Quantum well (QW) material engineering has attracted a considerable amount of interest from many people because of its ability to produce a number of optoelectronic devices. QW composition intermixing is a thermal induced interdiffusion of the constituent atoms through the hetero-interface. The intermixing process is an attractive way to achieve the modification of the QW band structure. It is known that the band structure is a fundamental determinant for such electronic and optical properties of materials as the optical gain, the refractive index and the absorption. During the process, the as-grown square-QW compositional profile is modified to a graded profile, thereby altering the confinement profile and the subband structure in the QW. The blue-shifting of the wavelength in the intermixed QW structure is found in this process.
In recent years, III-nitride semiconductors have attracted much attention. This is mainly due to their large bandgap range from 1.89eV (wurtzite InN) to 3.44eV (wurtzite GaN). InGaN/GaN quantum well structures have been used to achieve high lumens blue and green light emitting diodes. Such structures also facilitate the production of full colour LED displays by complementing the colour spectrum of available LEDs.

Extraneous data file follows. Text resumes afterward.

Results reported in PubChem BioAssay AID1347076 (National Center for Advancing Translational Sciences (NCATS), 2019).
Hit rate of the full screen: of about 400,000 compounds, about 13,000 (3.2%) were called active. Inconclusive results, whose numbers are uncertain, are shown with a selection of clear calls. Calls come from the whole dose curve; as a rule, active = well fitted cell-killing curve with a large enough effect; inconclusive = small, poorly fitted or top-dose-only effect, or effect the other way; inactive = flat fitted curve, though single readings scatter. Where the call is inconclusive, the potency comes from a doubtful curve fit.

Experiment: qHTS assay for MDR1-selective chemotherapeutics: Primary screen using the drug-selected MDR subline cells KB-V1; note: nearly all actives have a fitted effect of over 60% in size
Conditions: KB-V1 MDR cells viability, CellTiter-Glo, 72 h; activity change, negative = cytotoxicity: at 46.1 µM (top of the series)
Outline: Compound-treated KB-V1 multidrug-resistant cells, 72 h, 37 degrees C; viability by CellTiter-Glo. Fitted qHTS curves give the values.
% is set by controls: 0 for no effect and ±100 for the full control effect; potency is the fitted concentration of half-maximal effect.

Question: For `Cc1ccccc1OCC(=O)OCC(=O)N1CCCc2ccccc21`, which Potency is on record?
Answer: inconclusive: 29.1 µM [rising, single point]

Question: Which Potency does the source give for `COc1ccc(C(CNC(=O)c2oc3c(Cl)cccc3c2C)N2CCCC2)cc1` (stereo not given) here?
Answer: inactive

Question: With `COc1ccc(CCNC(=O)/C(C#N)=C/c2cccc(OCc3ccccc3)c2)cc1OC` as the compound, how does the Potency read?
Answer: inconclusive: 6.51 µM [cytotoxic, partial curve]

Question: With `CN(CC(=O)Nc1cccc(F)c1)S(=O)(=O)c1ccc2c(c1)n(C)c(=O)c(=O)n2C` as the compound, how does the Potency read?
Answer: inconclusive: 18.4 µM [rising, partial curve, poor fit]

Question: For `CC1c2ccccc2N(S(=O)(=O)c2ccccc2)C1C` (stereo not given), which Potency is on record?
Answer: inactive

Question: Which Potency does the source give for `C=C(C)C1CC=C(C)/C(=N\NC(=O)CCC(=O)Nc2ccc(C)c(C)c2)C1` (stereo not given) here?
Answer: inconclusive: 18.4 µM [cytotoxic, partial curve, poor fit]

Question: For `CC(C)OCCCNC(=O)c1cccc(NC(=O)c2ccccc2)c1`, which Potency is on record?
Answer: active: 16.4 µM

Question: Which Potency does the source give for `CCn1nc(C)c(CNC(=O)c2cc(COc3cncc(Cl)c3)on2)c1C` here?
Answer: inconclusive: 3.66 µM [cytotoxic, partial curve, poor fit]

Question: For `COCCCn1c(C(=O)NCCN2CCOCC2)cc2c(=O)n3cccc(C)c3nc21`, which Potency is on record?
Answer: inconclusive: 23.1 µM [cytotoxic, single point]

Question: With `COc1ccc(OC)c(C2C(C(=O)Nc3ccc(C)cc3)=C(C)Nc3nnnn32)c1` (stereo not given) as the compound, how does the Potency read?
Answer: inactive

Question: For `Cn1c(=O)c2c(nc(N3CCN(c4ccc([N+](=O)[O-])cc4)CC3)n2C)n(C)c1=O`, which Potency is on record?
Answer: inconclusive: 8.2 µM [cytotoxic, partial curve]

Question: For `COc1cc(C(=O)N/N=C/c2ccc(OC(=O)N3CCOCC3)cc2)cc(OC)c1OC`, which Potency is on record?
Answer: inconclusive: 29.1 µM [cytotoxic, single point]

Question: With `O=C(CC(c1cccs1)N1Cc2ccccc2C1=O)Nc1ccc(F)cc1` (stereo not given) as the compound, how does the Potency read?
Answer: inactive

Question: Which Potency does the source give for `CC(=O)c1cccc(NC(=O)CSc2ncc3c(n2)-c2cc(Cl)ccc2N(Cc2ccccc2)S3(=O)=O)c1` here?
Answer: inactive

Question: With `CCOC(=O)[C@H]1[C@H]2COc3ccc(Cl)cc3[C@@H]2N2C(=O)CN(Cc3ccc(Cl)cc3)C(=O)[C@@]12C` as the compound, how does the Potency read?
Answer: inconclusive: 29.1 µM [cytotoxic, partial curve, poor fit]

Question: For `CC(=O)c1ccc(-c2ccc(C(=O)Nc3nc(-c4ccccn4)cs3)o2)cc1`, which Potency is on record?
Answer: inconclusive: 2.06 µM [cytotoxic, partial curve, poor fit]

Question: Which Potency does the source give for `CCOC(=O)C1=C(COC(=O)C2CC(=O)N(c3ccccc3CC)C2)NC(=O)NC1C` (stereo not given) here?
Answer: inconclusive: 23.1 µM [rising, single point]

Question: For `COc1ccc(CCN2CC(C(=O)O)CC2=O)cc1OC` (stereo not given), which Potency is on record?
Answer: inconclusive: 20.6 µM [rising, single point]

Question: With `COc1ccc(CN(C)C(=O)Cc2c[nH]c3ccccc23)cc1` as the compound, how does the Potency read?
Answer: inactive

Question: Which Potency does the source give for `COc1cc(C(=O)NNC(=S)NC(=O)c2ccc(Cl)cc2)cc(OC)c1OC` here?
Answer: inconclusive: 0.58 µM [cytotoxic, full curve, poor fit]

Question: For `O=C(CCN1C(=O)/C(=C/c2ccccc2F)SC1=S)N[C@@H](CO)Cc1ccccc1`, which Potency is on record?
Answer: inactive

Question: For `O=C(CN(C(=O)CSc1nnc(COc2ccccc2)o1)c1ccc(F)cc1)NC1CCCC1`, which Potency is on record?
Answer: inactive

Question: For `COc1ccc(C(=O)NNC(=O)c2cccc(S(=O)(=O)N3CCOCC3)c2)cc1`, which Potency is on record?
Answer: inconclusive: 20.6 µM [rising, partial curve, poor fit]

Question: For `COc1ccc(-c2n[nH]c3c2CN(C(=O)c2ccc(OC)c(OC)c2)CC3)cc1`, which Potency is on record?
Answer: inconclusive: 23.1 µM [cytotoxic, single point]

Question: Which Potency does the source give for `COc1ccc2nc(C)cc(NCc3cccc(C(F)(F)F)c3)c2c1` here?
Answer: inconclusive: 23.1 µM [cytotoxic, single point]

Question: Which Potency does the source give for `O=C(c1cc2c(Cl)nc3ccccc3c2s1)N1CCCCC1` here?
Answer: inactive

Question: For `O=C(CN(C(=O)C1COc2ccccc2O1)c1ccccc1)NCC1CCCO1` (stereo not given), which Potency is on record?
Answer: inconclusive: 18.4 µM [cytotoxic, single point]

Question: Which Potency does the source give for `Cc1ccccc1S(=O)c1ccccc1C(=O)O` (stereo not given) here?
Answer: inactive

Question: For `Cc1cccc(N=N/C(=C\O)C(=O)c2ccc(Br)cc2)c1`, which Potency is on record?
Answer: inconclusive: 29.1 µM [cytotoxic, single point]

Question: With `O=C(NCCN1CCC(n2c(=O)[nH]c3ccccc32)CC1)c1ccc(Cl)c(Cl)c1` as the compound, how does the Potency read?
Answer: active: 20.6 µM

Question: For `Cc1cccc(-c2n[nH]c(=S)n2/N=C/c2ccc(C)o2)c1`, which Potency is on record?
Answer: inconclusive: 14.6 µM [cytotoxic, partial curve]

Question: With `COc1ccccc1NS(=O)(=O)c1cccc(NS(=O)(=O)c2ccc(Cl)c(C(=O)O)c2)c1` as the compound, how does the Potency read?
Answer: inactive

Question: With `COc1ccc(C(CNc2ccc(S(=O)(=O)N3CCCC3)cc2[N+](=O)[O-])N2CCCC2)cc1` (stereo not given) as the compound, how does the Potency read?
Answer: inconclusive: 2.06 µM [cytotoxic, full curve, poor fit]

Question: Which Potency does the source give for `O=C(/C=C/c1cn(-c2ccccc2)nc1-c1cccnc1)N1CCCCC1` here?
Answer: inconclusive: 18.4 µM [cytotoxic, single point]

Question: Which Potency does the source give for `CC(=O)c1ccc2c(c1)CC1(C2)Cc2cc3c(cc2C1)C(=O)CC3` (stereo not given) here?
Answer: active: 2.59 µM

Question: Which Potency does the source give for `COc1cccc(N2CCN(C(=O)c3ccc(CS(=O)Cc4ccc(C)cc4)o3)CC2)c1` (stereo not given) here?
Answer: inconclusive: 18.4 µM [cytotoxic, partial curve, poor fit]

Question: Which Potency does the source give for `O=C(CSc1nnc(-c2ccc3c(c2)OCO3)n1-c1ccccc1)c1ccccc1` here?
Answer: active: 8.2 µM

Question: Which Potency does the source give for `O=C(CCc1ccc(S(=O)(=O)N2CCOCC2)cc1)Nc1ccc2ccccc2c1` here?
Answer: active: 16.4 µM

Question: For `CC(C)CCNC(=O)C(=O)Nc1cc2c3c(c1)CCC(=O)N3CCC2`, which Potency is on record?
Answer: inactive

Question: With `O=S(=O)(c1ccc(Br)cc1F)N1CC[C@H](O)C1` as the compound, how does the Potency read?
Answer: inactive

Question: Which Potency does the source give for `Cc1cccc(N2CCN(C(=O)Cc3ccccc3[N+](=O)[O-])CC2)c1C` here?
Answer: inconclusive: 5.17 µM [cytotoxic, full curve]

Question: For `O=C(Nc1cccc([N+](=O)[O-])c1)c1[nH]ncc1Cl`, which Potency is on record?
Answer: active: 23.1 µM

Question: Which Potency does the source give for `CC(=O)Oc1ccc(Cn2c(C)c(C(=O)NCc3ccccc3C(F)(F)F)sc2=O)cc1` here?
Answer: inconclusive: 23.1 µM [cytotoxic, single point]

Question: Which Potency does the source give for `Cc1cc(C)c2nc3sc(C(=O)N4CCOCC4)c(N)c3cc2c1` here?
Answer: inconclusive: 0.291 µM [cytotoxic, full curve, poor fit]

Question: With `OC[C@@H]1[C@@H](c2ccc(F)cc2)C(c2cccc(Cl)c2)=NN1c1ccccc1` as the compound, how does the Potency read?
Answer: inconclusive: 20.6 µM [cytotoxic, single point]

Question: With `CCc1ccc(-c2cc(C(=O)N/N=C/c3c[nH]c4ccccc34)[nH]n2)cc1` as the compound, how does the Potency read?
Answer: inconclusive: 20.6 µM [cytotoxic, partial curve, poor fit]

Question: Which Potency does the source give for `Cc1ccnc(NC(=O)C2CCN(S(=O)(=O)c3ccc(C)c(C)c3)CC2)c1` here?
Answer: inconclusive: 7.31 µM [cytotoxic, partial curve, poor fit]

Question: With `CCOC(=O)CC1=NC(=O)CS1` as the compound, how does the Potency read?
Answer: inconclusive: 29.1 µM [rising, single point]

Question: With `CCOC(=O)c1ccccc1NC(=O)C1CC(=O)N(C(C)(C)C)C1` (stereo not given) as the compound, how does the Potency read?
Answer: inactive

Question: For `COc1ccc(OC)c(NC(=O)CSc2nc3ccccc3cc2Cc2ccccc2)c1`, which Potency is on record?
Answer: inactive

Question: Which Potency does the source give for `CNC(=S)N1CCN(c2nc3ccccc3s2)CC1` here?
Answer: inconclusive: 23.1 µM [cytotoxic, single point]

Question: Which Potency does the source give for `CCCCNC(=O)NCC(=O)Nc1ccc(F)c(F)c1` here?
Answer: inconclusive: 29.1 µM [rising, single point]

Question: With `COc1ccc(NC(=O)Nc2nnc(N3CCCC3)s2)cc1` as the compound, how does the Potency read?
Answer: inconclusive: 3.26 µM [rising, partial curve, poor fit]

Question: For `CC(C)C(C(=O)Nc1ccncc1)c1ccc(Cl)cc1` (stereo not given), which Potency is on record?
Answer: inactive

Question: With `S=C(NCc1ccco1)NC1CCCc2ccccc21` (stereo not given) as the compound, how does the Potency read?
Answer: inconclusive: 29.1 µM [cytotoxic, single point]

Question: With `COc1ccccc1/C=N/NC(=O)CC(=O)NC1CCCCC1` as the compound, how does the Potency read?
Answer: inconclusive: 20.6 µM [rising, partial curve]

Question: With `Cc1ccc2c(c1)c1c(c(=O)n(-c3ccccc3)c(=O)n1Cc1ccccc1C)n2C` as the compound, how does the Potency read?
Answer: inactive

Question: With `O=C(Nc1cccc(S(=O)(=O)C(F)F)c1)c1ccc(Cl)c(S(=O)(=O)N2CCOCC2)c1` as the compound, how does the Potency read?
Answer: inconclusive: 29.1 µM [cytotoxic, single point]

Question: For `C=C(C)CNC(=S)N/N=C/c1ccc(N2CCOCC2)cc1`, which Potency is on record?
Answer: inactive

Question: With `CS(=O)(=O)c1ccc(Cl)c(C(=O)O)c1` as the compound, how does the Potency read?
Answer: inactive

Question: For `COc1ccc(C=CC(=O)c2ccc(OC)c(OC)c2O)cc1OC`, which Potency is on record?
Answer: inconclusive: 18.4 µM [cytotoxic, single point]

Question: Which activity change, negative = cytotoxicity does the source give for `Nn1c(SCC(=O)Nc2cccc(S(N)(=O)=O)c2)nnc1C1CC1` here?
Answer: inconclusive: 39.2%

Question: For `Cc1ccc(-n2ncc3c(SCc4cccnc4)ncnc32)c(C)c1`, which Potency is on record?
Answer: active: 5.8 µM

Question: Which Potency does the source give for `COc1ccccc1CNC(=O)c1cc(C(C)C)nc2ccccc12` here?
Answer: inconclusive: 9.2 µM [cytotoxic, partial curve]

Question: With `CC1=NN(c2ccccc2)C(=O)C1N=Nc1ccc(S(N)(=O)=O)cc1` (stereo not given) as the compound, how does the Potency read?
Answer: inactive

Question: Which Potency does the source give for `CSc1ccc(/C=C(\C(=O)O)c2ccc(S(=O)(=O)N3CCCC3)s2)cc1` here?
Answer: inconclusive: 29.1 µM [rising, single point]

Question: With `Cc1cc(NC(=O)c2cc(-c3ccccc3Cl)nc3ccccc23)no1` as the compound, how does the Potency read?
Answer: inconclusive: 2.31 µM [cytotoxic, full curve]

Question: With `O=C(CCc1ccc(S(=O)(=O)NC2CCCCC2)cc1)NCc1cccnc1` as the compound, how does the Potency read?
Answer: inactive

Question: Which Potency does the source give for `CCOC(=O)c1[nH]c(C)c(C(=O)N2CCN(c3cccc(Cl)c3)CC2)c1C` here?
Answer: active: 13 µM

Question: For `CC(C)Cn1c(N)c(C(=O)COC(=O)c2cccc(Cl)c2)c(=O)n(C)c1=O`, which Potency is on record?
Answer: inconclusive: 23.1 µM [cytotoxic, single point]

In this paper, the effects of thermal annealing on the strained-layer InGaN/GaN QW will be presented. The effects of intermixing on the confinement potential of InGaN/GaN QWs have been theoretically analysed, with sublattices interdiffusion as the basis. This process is described by Fick's law, with constant diffusion coefficients in both the well and the barrier layers. The diffusion coefficients depend on the annealing temperature, time and the activation energy of constituent atoms. The optical properties of intermixed InGaN/GaN QW structure of different interdiffusion rates have been theoretically analyzed for applications of novel optical devices. The photoluminescence studies and the intermixed QW modeling have been used to understand the effects of intermixing.